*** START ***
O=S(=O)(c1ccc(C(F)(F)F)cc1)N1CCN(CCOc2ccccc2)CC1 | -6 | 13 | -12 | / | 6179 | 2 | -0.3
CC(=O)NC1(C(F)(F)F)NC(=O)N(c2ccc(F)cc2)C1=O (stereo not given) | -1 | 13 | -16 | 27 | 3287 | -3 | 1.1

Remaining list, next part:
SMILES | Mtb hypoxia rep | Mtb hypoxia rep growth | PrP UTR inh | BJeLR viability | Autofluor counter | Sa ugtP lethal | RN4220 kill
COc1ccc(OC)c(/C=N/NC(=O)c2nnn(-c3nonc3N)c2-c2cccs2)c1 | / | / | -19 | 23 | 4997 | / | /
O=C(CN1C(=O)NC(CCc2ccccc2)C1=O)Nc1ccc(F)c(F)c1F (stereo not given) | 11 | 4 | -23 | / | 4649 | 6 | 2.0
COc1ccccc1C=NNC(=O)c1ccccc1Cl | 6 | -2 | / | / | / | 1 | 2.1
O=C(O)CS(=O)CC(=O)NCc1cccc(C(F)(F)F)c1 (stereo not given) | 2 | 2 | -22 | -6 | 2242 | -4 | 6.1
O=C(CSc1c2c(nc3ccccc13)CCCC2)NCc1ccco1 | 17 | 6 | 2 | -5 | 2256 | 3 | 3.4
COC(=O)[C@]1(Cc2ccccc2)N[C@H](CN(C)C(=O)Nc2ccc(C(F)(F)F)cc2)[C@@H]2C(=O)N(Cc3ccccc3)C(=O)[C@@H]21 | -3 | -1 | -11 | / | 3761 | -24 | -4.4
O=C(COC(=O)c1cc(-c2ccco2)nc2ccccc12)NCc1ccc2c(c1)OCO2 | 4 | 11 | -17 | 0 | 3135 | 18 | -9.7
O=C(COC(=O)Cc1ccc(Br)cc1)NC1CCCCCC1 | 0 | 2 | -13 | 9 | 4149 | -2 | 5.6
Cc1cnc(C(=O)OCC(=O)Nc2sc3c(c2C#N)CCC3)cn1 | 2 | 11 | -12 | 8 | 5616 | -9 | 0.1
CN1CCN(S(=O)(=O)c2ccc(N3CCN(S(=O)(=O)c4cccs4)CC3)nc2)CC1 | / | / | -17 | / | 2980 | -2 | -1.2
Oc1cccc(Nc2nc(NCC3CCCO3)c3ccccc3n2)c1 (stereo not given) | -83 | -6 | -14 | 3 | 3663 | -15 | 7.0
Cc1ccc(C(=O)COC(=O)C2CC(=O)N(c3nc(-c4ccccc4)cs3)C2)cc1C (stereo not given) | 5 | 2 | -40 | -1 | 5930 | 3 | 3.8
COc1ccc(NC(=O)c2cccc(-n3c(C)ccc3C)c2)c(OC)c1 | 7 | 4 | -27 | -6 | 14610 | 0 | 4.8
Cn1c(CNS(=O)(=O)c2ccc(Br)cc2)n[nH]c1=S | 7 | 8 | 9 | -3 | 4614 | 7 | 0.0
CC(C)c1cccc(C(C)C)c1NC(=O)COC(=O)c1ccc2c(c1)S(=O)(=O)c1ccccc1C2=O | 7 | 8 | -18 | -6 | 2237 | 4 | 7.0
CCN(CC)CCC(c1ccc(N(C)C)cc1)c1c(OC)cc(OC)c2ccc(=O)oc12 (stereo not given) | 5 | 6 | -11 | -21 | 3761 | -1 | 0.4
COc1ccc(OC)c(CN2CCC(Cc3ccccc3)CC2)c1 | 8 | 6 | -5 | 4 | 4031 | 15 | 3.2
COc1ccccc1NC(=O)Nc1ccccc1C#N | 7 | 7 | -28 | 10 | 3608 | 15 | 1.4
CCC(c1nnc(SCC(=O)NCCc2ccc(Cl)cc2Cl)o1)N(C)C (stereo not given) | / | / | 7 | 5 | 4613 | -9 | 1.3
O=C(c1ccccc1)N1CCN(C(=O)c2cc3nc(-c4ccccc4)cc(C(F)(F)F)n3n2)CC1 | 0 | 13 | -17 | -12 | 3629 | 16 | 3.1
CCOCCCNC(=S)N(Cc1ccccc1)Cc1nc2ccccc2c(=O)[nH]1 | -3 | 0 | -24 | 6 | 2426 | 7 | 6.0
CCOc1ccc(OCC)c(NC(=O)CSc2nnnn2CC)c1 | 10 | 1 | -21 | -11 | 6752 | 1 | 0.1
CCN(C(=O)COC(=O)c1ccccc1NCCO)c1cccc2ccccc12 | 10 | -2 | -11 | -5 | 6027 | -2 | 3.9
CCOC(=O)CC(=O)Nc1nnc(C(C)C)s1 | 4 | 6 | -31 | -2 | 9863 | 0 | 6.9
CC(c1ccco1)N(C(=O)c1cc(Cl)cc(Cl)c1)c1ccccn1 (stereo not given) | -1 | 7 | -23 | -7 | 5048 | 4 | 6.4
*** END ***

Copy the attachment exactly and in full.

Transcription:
O=S(=O)(c1ccc(C(F)(F)F)cc1)N1CCN(CCOc2ccccc2)CC1 | -6 | 13 | -12 | / | 6179 | 2 | -0.3
CC(=O)NC1(C(F)(F)F)NC(=O)N(c2ccc(F)cc2)C1=O (stereo not given) | -1 | 13 | -16 | 27 | 3287 | -3 | 1.1

Remaining list, next part:
SMILES | Mtb hypoxia rep | Mtb hypoxia rep growth | PrP UTR inh | BJeLR viability | Autofluor counter | Sa ugtP lethal | RN4220 kill
COc1ccc(OC)c(/C=N/NC(=O)c2nnn(-c3nonc3N)c2-c2cccs2)c1 | / | / | -19 | 23 | 4997 | / | /
O=C(CN1C(=O)NC(CCc2ccccc2)C1=O)Nc1ccc(F)c(F)c1F (stereo not given) | 11 | 4 | -23 | / | 4649 | 6 | 2.0
COc1ccccc1C=NNC(=O)c1ccccc1Cl | 6 | -2 | / | / | / | 1 | 2.1
O=C(O)CS(=O)CC(=O)NCc1cccc(C(F)(F)F)c1 (stereo not given) | 2 | 2 | -22 | -6 | 2242 | -4 | 6.1
O=C(CSc1c2c(nc3ccccc13)CCCC2)NCc1ccco1 | 17 | 6 | 2 | -5 | 2256 | 3 | 3.4
COC(=O)[C@]1(Cc2ccccc2)N[C@H](CN(C)C(=O)Nc2ccc(C(F)(F)F)cc2)[C@@H]2C(=O)N(Cc3ccccc3)C(=O)[C@@H]21 | -3 | -1 | -11 | / | 3761 | -24 | -4.4
O=C(COC(=O)c1cc(-c2ccco2)nc2ccccc12)NCc1ccc2c(c1)OCO2 | 4 | 11 | -17 | 0 | 3135 | 18 | -9.7
O=C(COC(=O)Cc1ccc(Br)cc1)NC1CCCCCC1 | 0 | 2 | -13 | 9 | 4149 | -2 | 5.6
Cc1cnc(C(=O)OCC(=O)Nc2sc3c(c2C#N)CCC3)cn1 | 2 | 11 | -12 | 8 | 5616 | -9 | 0.1
CN1CCN(S(=O)(=O)c2ccc(N3CCN(S(=O)(=O)c4cccs4)CC3)nc2)CC1 | / | / | -17 | / | 2980 | -2 | -1.2
Oc1cccc(Nc2nc(NCC3CCCO3)c3ccccc3n2)c1 (stereo not given) | -83 | -6 | -14 | 3 | 3663 | -15 | 7.0
Cc1ccc(C(=O)COC(=O)C2CC(=O)N(c3nc(-c4ccccc4)cs3)C2)cc1C (stereo not given) | 5 | 2 | -40 | -1 | 5930 | 3 | 3.8
COc1ccc(NC(=O)c2cccc(-n3c(C)ccc3C)c2)c(OC)c1 | 7 | 4 | -27 | -6 | 14610 | 0 | 4.8
Cn1c(CNS(=O)(=O)c2ccc(Br)cc2)n[nH]c1=S | 7 | 8 | 9 | -3 | 4614 | 7 | 0.0
CC(C)c1cccc(C(C)C)c1NC(=O)COC(=O)c1ccc2c(c1)S(=O)(=O)c1ccccc1C2=O | 7 | 8 | -18 | -6 | 2237 | 4 | 7.0
CCN(CC)CCC(c1ccc(N(C)C)cc1)c1c(OC)cc(OC)c2ccc(=O)oc12 (stereo not given) | 5 | 6 | -11 | -21 | 3761 | -1 | 0.4
COc1ccc(OC)c(CN2CCC(Cc3ccccc3)CC2)c1 | 8 | 6 | -5 | 4 | 4031 | 15 | 3.2
COc1ccccc1NC(=O)Nc1ccccc1C#N | 7 | 7 | -28 | 10 | 3608 | 15 | 1.4
CCC(c1nnc(SCC(=O)NCCc2ccc(Cl)cc2Cl)o1)N(C)C (stereo not given) | / | / | 7 | 5 | 4613 | -9 | 1.3
O=C(c1ccccc1)N1CCN(C(=O)c2cc3nc(-c4ccccc4)cc(C(F)(F)F)n3n2)CC1 | 0 | 13 | -17 | -12 | 3629 | 16 | 3.1
CCOCCCNC(=S)N(Cc1ccccc1)Cc1nc2ccccc2c(=O)[nH]1 | -3 | 0 | -24 | 6 | 2426 | 7 | 6.0
CCOc1ccc(OCC)c(NC(=O)CSc2nnnn2CC)c1 | 10 | 1 | -21 | -11 | 6752 | 1 | 0.1
CCN(C(=O)COC(=O)c1ccccc1NCCO)c1cccc2ccccc12 | 10 | -2 | -11 | -5 | 6027 | -2 | 3.9
CCOC(=O)CC(=O)Nc1nnc(C(C)C)s1 | 4 | 6 | -31 | -2 | 9863 | 0 | 6.9
CC(c1ccco1)N(C(=O)c1cc(Cl)cc(Cl)c1)c1ccccn1 (stereo not given) | -1 | 7 | -23 | -7 | 5048 | 4 | 6.4